Southsider Voice correspondent
There are military families ... and then there are the Cecils. Bill Cecil is part of a pipeline of a dozen servicemen from the Southside spanning five generations.
Cecil has collected certificates of veterans in his family signed by Presidents Bill Clinton and George W. Bush. He displays those certificates in a case with newspaper clippings and family photos. Cecil enlisted during Vietnam but was never deployed.
“Me and my buddies during Vietnam went down and signed up for the Navy. Of course we really didn’t have a choice as you either signed up or were drafted anyway,” he said with a chuckle.
Part of why he is passionate about honoring veterans is to counter how he and his friends were treated after Vietnam.
“With Vietnam when we came home we were spit on and called baby killers and everything else. Anyone in uniform back in that time (was viewed as a) rotten lowlife.”
The Cecils’ military history dates back to Bill’s great uncle, Chester Wright, who served in World War I. Bill always knew him simply as Uncle Check.
Bill’s father, William Frances Cecil, lived on Lincoln Street and served in World War II. William was in the National Guard when the war broke out and tried to join the Army.
“He went to the Army to enlist and was told to go to the Navy,” Cecil said. “They were packed.”
William served on the USS Casablanca, an escort aircraft carrier with a crew of around 900. The Casablanca served in the Pacific, and William ended the war as a second class sailor.
Bill’s father-in-law, Dallas L. Agan, was a cook stationed stateside during the war. His uncle, Harry F. Peaks, served with the Army and participated in the D-Day invasion at Normandy. Peaks, who lost an eye as a kid, even served in Korea. Other relatives, James, Virgil and Larry Cecil, served in the Navy on the Atlantic side. Bill said he believes James served on a battleship as a gunner and went deaf in one ear during a battle when his earplug fell out.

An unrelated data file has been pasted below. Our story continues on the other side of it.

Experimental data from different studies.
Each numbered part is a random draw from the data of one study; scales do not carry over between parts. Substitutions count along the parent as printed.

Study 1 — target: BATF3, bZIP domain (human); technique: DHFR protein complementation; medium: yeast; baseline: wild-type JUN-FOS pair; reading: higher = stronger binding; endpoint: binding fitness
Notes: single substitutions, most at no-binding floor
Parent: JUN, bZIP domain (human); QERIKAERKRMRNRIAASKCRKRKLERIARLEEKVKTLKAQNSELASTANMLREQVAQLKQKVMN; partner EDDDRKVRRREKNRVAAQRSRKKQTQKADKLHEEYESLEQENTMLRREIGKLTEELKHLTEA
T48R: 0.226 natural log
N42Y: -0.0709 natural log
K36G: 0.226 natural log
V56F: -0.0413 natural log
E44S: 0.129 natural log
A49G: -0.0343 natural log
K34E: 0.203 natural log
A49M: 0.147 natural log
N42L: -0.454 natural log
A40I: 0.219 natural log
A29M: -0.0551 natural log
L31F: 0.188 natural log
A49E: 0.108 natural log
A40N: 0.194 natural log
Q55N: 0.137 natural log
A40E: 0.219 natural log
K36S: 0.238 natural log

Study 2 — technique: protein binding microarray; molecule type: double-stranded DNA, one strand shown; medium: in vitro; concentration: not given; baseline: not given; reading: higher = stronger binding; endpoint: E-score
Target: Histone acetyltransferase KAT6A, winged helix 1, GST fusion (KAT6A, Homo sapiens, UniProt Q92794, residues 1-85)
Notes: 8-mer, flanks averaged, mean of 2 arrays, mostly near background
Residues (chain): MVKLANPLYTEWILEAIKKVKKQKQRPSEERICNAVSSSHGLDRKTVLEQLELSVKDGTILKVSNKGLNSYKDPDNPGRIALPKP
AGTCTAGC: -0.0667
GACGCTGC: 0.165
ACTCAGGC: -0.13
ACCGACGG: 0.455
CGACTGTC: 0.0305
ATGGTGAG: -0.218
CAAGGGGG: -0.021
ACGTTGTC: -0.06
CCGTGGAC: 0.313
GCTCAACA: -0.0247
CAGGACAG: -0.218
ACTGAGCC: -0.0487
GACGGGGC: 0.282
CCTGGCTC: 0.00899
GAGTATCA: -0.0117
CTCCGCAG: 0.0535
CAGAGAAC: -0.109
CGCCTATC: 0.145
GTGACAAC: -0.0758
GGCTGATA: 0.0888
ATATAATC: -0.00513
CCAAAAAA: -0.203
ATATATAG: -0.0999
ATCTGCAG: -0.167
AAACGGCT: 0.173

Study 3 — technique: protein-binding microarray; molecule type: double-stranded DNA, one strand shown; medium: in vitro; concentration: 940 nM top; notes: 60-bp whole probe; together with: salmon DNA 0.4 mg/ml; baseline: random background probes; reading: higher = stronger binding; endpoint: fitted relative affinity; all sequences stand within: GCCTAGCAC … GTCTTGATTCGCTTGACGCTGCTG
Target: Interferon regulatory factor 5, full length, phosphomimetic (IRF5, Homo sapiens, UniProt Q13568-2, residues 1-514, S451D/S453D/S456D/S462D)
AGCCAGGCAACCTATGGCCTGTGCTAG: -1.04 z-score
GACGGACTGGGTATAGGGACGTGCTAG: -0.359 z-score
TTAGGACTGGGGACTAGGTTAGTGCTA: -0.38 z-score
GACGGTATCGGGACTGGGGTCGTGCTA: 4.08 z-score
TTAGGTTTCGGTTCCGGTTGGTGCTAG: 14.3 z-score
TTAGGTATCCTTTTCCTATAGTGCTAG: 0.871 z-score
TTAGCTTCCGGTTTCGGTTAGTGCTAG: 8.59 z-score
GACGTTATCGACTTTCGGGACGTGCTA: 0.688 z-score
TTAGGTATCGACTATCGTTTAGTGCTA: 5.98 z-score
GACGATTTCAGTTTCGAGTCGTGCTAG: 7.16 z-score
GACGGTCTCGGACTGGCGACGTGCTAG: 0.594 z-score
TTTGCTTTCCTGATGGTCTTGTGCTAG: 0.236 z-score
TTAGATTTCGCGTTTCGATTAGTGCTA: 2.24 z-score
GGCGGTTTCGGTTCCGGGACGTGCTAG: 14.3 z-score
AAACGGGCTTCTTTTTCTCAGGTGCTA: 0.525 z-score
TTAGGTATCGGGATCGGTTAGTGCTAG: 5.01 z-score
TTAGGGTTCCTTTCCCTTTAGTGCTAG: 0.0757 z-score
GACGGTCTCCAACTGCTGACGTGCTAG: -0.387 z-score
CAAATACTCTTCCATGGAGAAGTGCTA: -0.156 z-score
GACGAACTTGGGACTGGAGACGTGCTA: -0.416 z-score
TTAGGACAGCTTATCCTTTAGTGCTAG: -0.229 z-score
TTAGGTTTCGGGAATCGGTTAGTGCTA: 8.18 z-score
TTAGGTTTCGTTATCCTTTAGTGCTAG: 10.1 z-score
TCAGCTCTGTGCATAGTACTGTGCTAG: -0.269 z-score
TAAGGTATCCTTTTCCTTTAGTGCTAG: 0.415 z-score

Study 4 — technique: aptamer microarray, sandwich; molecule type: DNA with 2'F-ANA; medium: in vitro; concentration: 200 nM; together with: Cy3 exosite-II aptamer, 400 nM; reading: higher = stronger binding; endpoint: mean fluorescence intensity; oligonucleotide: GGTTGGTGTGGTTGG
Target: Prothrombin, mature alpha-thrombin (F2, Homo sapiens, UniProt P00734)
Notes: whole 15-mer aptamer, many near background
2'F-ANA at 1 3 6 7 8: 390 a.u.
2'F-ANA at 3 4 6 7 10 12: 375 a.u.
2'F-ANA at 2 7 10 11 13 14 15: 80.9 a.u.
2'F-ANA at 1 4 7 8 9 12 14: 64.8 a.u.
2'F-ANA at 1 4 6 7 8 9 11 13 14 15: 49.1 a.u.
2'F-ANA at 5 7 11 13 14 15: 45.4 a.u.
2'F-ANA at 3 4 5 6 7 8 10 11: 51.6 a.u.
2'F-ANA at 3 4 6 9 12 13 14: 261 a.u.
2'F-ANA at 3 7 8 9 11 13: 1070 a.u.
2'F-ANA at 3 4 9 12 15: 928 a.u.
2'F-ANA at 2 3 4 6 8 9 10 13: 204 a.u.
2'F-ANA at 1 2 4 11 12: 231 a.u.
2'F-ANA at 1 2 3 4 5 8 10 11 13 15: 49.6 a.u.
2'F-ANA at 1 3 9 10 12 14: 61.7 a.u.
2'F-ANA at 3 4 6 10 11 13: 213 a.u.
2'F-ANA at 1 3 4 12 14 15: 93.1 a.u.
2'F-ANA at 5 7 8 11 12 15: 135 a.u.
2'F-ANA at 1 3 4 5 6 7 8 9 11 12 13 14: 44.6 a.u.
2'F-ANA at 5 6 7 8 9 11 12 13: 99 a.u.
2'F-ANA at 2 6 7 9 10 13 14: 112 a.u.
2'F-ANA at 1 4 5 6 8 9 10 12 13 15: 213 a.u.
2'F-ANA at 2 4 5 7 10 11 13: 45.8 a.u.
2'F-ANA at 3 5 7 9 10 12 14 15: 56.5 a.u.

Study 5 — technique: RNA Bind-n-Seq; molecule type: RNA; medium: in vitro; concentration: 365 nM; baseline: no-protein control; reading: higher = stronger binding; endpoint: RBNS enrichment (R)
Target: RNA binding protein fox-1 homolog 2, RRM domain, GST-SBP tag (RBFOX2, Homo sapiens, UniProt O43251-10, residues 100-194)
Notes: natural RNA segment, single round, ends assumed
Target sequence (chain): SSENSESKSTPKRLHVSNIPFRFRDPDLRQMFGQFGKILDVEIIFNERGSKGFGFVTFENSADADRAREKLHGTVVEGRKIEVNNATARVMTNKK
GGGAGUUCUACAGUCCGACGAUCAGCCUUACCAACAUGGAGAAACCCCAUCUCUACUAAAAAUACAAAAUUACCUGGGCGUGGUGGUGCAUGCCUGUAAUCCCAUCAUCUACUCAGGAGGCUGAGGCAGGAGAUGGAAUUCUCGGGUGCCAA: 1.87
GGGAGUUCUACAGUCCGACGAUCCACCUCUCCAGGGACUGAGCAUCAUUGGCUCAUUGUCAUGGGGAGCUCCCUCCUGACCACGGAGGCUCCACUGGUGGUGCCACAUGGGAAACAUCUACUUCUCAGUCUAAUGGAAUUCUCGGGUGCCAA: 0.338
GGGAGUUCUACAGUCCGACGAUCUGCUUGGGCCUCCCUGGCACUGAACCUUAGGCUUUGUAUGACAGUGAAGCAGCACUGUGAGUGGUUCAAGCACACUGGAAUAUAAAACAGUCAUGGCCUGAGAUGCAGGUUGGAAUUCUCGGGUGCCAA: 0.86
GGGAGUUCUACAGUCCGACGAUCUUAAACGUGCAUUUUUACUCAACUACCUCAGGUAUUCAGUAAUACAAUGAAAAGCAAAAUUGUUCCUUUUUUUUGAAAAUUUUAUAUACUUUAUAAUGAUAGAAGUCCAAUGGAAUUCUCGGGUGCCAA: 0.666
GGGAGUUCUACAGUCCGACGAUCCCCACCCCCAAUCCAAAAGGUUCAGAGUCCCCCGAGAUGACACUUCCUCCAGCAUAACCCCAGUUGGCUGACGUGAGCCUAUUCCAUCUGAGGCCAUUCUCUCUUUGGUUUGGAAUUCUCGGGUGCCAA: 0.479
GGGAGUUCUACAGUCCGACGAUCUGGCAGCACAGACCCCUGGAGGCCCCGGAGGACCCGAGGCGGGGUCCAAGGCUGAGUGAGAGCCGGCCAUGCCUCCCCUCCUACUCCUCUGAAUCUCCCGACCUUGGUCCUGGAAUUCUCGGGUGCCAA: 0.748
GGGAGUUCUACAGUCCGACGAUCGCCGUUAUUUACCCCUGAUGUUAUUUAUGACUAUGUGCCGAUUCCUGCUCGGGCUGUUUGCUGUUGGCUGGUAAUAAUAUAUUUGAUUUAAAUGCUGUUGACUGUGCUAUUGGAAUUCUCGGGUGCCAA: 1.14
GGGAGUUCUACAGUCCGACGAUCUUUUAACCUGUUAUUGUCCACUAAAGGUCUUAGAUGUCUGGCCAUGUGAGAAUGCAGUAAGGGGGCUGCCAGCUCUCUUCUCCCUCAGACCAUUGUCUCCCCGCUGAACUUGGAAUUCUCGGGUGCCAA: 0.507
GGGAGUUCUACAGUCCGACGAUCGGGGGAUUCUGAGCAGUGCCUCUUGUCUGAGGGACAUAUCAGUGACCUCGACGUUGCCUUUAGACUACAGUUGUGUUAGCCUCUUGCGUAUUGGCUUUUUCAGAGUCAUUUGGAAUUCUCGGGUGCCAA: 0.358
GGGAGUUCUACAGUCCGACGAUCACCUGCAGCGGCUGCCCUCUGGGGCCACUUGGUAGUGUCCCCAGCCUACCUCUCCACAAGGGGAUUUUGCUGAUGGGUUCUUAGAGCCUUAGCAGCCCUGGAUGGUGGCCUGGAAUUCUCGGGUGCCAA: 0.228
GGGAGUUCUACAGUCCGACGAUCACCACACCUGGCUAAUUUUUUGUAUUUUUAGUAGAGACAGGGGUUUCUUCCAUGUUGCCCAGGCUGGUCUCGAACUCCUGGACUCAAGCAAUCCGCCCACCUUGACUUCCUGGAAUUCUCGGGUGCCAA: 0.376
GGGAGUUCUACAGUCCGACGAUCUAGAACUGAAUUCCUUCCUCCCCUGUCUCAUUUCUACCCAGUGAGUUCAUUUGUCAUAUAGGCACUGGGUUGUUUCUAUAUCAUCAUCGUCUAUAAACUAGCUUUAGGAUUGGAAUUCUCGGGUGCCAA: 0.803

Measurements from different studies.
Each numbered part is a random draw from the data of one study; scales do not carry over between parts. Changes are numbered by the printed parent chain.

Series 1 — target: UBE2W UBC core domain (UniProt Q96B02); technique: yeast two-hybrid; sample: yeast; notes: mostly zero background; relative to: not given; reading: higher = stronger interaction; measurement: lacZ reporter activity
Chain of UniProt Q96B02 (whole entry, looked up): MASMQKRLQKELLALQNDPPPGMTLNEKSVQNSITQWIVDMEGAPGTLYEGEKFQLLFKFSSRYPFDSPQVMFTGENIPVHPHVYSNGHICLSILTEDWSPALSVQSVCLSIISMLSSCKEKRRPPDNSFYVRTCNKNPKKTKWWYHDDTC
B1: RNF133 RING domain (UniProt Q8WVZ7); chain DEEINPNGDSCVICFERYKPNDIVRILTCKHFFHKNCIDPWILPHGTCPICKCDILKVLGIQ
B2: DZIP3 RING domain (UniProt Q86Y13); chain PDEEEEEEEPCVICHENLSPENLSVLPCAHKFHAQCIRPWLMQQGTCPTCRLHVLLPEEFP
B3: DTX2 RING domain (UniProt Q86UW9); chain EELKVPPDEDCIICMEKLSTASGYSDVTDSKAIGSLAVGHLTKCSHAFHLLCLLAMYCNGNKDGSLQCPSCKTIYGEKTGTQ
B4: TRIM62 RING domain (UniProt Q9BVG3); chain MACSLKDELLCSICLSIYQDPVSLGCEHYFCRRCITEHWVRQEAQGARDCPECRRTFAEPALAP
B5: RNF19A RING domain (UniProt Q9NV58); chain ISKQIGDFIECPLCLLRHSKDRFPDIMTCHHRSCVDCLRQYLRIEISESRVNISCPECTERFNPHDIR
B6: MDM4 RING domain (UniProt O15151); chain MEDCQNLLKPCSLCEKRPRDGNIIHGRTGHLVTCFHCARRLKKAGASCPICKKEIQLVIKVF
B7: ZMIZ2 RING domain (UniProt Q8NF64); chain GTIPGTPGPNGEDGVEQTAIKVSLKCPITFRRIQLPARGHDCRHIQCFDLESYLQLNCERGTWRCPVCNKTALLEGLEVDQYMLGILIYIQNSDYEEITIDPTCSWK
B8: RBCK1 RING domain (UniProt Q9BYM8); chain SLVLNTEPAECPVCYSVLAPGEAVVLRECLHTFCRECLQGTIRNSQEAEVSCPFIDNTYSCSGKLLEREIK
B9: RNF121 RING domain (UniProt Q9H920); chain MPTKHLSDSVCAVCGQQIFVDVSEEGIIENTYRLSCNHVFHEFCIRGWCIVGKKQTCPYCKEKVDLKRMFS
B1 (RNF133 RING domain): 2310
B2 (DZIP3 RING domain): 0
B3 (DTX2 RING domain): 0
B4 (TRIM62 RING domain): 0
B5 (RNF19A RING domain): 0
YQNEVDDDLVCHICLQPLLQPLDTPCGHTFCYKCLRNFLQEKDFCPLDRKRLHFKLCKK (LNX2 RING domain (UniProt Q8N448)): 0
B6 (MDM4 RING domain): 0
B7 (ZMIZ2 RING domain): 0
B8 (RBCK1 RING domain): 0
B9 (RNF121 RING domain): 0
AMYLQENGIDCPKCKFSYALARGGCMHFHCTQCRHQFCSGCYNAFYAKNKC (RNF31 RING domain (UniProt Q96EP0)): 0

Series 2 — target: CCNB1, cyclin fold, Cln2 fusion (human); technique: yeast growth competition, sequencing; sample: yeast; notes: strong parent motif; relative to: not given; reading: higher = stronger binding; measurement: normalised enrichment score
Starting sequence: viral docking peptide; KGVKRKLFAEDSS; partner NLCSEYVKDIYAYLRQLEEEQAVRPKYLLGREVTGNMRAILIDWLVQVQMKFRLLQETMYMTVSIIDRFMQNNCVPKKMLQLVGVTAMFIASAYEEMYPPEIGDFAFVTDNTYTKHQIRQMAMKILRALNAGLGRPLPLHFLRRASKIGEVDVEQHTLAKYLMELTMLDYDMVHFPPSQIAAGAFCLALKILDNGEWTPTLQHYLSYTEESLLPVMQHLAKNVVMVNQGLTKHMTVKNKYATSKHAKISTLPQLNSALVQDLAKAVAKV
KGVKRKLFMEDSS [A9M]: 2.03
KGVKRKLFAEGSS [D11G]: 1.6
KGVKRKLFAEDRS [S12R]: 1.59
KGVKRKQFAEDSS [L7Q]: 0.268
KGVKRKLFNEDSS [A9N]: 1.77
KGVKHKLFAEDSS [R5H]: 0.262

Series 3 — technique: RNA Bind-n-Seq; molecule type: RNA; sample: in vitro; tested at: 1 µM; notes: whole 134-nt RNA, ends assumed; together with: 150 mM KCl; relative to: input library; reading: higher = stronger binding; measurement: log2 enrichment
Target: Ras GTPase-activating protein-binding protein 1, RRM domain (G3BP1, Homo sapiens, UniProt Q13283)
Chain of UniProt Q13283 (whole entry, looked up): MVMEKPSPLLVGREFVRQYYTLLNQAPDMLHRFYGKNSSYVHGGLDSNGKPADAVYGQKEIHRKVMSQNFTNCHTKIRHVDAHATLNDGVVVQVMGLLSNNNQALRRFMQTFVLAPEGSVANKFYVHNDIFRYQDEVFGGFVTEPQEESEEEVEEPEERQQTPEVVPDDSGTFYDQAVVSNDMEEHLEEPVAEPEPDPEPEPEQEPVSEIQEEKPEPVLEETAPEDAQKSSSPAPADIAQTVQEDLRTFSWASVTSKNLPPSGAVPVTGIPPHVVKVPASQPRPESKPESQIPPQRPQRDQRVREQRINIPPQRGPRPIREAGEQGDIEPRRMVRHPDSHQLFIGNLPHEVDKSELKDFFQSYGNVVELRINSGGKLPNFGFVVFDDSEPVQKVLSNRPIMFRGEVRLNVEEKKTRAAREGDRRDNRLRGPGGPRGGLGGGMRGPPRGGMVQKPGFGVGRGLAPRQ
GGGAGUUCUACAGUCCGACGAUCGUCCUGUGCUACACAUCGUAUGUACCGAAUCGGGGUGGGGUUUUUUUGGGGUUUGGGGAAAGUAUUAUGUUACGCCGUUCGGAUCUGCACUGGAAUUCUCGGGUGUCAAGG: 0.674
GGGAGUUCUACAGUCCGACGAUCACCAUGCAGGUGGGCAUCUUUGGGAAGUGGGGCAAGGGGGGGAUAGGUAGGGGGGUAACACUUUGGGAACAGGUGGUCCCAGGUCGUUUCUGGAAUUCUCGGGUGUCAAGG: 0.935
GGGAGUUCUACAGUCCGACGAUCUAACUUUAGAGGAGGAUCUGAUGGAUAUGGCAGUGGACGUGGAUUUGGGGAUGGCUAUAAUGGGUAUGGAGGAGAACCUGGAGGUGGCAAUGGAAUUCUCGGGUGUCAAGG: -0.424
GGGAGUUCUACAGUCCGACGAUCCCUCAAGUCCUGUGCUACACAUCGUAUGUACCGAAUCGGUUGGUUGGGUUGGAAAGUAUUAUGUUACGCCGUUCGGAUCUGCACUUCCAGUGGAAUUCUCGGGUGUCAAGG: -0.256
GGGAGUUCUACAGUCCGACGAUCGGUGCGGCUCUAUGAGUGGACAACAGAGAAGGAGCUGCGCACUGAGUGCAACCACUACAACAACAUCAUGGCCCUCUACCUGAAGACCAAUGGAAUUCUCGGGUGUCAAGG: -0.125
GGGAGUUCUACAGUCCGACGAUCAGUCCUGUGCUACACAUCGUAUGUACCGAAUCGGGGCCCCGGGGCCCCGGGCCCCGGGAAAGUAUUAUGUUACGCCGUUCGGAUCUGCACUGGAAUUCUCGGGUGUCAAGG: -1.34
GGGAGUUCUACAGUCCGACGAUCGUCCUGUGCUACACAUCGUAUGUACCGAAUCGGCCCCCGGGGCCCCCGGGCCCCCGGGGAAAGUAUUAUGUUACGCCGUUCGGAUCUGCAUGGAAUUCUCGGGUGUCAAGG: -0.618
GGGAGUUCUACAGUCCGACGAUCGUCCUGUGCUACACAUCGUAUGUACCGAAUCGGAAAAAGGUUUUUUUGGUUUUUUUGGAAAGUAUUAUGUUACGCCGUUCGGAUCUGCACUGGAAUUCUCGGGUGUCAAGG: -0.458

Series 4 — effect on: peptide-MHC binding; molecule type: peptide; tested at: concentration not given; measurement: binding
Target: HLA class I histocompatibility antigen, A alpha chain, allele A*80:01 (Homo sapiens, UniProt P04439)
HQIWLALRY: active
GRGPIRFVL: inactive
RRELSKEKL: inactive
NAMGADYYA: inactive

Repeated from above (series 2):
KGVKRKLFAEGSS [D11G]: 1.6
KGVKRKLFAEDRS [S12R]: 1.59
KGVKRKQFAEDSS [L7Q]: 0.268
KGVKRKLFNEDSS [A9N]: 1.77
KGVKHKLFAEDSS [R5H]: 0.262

Albert and Marion Perry are second cousins to Bill. They grew up on Chester Street and fought the Germans in Europe. Albert was a private first class with the 547 Medical Ambulance Company. Marion was a private in the 83rd Thunderbolt Division.
They all survived the wars they were in, but decades later, Keith Carl Gabon was not so lucky. Gabon was friend of Bill’s grandson, Joseph Cecil. Gabon joined the Marines to fight in Iraq but was killed in a motorcycle accident in 2008.
Joseph went to Greenwood High School and played football for the Woodmen. While with the Army in Iraq, he earned the rank of sergeant. Bill says he had two Hummers blown out from under him. Joseph is currently an oil rig operator in Oklahoma City.
Bill’s last relative in the service is Christopher Ziegler, who is at West Point. Ziegler grew up in Fairland and played football for Triton Central.
Cecil said he thinks the concept of honoring veterans has improved from his post-Vietnam days, but he wants people to not view Veterans Day as just another square on the calendar.
“To me, Veterans Day is for anybody who served in the service,” Cecil said. “Whether deceased or still alive, they deserve one day of the year of respect. I don’t think that’s too much.”